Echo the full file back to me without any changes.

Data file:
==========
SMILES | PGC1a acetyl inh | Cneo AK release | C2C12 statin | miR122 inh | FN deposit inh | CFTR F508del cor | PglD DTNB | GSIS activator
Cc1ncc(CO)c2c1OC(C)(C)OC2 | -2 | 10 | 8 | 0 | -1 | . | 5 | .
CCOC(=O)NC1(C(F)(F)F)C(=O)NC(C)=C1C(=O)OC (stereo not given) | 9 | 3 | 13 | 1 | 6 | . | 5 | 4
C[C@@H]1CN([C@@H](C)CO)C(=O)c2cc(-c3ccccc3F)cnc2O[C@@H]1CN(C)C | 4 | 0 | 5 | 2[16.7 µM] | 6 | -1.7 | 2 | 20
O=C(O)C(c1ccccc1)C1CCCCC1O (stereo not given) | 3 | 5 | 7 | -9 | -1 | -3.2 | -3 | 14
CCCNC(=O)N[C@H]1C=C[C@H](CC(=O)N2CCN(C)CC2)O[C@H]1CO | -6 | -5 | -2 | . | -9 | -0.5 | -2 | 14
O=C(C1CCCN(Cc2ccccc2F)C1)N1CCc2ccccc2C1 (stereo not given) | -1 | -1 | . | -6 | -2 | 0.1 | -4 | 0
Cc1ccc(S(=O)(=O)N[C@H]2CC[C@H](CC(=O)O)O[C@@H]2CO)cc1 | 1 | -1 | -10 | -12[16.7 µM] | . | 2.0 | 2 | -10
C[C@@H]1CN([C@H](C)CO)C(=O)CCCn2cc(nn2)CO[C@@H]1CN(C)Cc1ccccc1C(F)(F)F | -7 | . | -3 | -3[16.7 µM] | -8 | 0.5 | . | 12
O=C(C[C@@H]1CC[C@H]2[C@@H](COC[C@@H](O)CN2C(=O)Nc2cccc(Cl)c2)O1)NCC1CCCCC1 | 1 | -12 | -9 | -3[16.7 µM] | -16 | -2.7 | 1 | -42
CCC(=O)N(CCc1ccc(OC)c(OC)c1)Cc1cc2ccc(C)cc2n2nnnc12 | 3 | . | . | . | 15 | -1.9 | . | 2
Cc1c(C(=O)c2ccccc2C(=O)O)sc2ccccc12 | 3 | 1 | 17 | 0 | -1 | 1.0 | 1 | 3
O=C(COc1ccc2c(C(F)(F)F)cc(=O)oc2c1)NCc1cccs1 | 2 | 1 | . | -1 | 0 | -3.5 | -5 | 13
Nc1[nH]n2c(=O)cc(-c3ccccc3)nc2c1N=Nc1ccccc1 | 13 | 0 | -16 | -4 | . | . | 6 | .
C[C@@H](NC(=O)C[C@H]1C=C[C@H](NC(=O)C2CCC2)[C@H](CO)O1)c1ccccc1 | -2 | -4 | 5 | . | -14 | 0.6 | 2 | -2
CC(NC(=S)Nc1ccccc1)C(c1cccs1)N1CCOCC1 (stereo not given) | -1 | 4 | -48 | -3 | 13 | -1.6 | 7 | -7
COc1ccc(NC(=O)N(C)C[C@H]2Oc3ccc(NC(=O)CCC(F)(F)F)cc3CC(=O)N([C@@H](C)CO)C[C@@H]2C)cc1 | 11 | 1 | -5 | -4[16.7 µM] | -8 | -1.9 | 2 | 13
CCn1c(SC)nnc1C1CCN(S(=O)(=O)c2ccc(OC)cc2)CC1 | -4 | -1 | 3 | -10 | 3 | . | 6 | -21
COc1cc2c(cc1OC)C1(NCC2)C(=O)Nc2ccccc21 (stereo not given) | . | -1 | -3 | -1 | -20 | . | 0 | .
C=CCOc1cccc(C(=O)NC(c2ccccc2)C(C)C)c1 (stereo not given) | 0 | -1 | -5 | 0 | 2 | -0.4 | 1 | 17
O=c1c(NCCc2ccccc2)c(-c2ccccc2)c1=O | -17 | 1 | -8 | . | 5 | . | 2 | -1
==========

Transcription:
SMILES | PGC1a acetyl inh | Cneo AK release | C2C12 statin | miR122 inh | FN deposit inh | CFTR F508del cor | PglD DTNB | GSIS activator
Cc1ncc(CO)c2c1OC(C)(C)OC2 | -2 | 10 | 8 | 0 | -1 | . | 5 | .
CCOC(=O)NC1(C(F)(F)F)C(=O)NC(C)=C1C(=O)OC (stereo not given) | 9 | 3 | 13 | 1 | 6 | . | 5 | 4
C[C@@H]1CN([C@@H](C)CO)C(=O)c2cc(-c3ccccc3F)cnc2O[C@@H]1CN(C)C | 4 | 0 | 5 | 2[16.7 µM] | 6 | -1.7 | 2 | 20
O=C(O)C(c1ccccc1)C1CCCCC1O (stereo not given) | 3 | 5 | 7 | -9 | -1 | -3.2 | -3 | 14
CCCNC(=O)N[C@H]1C=C[C@H](CC(=O)N2CCN(C)CC2)O[C@H]1CO | -6 | -5 | -2 | . | -9 | -0.5 | -2 | 14
O=C(C1CCCN(Cc2ccccc2F)C1)N1CCc2ccccc2C1 (stereo not given) | -1 | -1 | . | -6 | -2 | 0.1 | -4 | 0
Cc1ccc(S(=O)(=O)N[C@H]2CC[C@H](CC(=O)O)O[C@@H]2CO)cc1 | 1 | -1 | -10 | -12[16.7 µM] | . | 2.0 | 2 | -10
C[C@@H]1CN([C@H](C)CO)C(=O)CCCn2cc(nn2)CO[C@@H]1CN(C)Cc1ccccc1C(F)(F)F | -7 | . | -3 | -3[16.7 µM] | -8 | 0.5 | . | 12
O=C(C[C@@H]1CC[C@H]2[C@@H](COC[C@@H](O)CN2C(=O)Nc2cccc(Cl)c2)O1)NCC1CCCCC1 | 1 | -12 | -9 | -3[16.7 µM] | -16 | -2.7 | 1 | -42
CCC(=O)N(CCc1ccc(OC)c(OC)c1)Cc1cc2ccc(C)cc2n2nnnc12 | 3 | . | . | . | 15 | -1.9 | . | 2
Cc1c(C(=O)c2ccccc2C(=O)O)sc2ccccc12 | 3 | 1 | 17 | 0 | -1 | 1.0 | 1 | 3
O=C(COc1ccc2c(C(F)(F)F)cc(=O)oc2c1)NCc1cccs1 | 2 | 1 | . | -1 | 0 | -3.5 | -5 | 13
Nc1[nH]n2c(=O)cc(-c3ccccc3)nc2c1N=Nc1ccccc1 | 13 | 0 | -16 | -4 | . | . | 6 | .
C[C@@H](NC(=O)C[C@H]1C=C[C@H](NC(=O)C2CCC2)[C@H](CO)O1)c1ccccc1 | -2 | -4 | 5 | . | -14 | 0.6 | 2 | -2
CC(NC(=S)Nc1ccccc1)C(c1cccs1)N1CCOCC1 (stereo not given) | -1 | 4 | -48 | -3 | 13 | -1.6 | 7 | -7
COc1ccc(NC(=O)N(C)C[C@H]2Oc3ccc(NC(=O)CCC(F)(F)F)cc3CC(=O)N([C@@H](C)CO)C[C@@H]2C)cc1 | 11 | 1 | -5 | -4[16.7 µM] | -8 | -1.9 | 2 | 13
CCn1c(SC)nnc1C1CCN(S(=O)(=O)c2ccc(OC)cc2)CC1 | -4 | -1 | 3 | -10 | 3 | . | 6 | -21
COc1cc2c(cc1OC)C1(NCC2)C(=O)Nc2ccccc21 (stereo not given) | . | -1 | -3 | -1 | -20 | . | 0 | .
C=CCOc1cccc(C(=O)NC(c2ccccc2)C(C)C)c1 (stereo not given) | 0 | -1 | -5 | 0 | 2 | -0.4 | 1 | 17
O=c1c(NCCc2ccccc2)c(-c2ccccc2)c1=O | -17 | 1 | -8 | . | 5 | . | 2 | -1